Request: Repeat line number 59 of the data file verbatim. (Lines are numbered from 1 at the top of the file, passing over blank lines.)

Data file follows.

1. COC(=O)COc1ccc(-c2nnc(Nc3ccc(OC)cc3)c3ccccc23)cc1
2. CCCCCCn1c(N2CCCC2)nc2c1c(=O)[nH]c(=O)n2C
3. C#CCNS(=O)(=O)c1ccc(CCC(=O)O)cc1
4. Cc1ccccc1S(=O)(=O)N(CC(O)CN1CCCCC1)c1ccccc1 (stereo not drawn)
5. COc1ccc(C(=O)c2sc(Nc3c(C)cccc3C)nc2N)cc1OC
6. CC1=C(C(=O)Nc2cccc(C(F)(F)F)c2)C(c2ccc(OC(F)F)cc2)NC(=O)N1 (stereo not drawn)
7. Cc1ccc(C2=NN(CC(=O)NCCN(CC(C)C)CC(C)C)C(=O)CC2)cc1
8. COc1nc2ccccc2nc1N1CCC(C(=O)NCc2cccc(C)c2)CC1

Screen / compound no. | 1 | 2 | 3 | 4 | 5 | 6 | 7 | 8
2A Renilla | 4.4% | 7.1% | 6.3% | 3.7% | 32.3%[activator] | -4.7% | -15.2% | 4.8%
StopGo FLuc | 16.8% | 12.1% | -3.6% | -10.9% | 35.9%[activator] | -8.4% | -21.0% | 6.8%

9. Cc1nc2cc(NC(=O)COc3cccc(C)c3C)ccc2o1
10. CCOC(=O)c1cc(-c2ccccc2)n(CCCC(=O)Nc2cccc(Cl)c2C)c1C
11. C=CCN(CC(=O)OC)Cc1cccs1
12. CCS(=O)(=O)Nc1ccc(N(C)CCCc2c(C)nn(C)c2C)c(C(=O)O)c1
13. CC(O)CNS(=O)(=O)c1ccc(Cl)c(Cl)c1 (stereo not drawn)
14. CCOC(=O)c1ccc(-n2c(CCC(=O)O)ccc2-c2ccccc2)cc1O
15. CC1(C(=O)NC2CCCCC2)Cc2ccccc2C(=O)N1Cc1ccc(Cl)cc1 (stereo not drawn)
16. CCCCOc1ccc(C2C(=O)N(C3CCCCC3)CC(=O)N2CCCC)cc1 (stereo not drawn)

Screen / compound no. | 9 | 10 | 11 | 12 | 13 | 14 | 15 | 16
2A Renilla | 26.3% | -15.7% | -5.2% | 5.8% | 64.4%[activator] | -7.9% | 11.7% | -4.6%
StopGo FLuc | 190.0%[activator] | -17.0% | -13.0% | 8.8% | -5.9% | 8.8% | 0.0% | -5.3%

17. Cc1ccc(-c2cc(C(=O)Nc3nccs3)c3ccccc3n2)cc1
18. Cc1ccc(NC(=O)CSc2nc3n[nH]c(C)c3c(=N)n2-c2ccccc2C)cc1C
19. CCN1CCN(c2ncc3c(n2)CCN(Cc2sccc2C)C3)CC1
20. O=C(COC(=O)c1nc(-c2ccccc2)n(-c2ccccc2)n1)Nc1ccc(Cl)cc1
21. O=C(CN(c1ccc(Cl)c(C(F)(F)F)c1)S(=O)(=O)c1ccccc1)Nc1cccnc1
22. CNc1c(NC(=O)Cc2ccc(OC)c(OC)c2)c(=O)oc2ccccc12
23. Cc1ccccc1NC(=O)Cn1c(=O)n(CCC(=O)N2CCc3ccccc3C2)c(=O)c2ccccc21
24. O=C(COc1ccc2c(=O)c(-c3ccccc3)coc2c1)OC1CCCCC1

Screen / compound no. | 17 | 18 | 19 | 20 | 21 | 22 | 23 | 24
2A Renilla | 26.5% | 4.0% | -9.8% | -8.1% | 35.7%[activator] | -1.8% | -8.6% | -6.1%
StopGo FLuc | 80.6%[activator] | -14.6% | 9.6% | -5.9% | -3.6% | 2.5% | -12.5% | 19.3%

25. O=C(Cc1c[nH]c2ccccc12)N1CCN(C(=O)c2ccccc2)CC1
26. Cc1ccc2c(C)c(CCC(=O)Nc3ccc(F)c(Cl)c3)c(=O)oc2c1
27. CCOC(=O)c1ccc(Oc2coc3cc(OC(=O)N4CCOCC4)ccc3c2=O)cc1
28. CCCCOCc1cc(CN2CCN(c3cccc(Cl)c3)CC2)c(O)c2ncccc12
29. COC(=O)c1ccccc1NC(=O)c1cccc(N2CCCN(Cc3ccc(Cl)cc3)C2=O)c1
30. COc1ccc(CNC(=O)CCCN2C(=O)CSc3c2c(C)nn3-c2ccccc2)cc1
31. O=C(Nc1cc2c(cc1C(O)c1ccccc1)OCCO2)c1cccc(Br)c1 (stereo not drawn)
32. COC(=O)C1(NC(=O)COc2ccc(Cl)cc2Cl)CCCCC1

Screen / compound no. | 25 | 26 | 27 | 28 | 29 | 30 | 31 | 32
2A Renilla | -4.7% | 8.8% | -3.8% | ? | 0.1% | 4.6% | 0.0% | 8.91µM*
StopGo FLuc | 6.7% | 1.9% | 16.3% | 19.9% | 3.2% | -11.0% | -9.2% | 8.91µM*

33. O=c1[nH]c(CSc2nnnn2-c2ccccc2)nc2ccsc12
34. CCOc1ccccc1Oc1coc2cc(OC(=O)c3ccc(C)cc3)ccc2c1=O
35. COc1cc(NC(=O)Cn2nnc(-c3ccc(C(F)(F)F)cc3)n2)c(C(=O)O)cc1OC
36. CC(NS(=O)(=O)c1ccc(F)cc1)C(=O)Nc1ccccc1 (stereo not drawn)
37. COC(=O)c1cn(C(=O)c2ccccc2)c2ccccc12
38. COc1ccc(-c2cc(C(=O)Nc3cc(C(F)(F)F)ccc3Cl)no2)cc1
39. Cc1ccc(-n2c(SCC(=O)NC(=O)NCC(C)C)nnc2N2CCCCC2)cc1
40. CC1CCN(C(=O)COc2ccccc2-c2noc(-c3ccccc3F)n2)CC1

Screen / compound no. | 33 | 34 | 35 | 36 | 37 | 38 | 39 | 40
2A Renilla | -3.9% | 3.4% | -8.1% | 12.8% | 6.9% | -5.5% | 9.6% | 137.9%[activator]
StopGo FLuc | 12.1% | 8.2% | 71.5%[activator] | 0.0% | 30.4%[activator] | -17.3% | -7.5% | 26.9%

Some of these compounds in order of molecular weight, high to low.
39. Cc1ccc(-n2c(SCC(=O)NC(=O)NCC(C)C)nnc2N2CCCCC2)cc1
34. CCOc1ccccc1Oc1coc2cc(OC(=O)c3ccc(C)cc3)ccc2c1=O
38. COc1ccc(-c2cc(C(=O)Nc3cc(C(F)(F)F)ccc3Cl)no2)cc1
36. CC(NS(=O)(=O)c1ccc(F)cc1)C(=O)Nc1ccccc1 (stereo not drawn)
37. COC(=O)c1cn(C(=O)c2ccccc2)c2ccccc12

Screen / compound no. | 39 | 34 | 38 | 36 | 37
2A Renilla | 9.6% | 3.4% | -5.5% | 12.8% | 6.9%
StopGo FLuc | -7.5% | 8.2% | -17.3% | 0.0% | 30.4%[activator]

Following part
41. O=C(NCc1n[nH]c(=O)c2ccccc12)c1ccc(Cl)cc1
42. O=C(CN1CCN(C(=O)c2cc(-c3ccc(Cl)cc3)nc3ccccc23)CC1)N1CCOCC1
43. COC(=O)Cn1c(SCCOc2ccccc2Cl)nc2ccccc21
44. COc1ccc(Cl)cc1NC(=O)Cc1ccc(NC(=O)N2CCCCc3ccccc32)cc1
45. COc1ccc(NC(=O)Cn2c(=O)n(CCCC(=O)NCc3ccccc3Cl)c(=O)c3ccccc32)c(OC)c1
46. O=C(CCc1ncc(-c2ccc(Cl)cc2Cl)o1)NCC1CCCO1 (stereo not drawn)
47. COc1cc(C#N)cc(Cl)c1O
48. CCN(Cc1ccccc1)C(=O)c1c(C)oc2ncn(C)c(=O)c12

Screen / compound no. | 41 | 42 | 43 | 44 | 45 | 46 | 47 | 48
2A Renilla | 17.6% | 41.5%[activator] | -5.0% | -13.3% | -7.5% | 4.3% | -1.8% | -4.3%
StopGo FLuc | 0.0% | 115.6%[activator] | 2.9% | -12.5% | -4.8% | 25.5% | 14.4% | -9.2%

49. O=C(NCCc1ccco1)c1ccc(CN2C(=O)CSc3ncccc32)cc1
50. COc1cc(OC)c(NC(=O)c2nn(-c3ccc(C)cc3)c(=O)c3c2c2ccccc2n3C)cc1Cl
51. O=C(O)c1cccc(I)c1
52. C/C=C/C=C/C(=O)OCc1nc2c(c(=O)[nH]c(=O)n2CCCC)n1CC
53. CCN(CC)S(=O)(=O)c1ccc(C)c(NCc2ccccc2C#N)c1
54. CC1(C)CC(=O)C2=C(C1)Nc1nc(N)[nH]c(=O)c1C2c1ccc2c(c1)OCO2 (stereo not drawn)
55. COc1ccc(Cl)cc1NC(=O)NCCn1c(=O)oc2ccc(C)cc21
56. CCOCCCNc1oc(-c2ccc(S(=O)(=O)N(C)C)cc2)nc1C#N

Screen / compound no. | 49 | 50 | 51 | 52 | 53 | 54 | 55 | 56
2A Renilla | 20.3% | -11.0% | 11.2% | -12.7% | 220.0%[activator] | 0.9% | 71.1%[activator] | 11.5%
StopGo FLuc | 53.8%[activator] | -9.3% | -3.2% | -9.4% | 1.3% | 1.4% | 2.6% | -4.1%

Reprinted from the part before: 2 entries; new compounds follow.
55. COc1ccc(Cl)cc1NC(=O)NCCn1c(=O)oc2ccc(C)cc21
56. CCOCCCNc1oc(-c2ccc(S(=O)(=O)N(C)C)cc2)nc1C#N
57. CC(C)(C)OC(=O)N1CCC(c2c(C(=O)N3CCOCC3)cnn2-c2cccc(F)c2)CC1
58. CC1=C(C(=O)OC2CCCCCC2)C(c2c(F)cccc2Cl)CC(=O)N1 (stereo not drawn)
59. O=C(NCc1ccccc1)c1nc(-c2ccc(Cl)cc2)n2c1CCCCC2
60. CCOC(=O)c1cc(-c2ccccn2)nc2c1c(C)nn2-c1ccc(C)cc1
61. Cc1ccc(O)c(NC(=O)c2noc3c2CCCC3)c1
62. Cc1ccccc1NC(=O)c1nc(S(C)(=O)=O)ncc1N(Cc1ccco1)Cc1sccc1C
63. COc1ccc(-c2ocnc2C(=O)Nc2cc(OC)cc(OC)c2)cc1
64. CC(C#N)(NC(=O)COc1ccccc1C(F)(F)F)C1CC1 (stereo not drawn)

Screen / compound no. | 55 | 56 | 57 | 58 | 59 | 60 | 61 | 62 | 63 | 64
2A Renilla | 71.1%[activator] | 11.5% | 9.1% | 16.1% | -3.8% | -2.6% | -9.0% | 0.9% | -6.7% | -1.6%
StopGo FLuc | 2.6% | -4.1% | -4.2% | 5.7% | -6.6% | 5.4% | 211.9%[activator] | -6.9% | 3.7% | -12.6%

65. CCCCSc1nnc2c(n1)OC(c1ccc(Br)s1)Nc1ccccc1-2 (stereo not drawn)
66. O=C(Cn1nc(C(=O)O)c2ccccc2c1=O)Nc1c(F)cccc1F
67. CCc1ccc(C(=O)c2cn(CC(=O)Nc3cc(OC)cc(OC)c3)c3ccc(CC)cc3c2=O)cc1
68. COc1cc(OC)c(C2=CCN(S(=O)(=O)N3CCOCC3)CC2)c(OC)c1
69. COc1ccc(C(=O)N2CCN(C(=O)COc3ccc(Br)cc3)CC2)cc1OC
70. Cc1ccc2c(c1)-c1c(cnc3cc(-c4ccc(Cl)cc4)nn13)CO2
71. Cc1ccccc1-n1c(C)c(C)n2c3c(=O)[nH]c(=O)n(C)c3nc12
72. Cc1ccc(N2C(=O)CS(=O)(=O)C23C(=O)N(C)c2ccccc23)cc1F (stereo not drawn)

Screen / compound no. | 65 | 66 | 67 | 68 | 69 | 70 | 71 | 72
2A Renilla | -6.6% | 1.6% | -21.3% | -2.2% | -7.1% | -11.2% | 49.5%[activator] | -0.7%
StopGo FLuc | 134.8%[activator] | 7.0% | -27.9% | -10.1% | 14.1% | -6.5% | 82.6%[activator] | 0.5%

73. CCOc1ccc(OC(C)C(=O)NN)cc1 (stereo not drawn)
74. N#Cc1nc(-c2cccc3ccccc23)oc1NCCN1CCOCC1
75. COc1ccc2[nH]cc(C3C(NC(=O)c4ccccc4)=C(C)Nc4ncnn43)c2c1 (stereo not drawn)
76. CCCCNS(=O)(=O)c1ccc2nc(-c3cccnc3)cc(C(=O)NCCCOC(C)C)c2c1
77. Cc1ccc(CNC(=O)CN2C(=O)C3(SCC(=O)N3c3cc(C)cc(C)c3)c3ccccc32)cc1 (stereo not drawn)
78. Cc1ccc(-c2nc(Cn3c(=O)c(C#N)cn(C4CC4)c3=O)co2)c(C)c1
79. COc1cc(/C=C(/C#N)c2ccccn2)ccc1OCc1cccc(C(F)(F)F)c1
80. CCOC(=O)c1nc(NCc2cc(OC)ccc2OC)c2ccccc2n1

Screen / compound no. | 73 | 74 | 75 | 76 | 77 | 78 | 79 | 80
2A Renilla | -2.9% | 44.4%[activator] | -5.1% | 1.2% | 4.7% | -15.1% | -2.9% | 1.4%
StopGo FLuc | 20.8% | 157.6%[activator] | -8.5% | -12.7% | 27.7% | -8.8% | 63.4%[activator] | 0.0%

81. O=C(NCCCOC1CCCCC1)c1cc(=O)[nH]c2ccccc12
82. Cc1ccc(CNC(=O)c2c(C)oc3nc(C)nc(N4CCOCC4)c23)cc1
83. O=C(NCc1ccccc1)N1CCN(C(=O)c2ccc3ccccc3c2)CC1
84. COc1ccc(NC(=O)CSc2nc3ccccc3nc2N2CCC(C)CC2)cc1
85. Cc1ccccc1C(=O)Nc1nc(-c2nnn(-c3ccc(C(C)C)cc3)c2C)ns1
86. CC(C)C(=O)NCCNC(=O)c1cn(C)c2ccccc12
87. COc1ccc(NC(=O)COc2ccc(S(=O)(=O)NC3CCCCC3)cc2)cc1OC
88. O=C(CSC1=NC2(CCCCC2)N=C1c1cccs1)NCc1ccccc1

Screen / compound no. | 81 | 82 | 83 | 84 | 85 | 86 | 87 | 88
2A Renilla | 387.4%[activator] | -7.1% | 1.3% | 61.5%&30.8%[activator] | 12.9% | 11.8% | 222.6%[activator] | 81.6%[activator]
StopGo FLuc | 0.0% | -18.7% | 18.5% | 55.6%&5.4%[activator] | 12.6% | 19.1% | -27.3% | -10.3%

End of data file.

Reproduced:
38. COc1ccc(-c2cc(C(=O)Nc3cc(C(F)(F)F)ccc3Cl)no2)cc1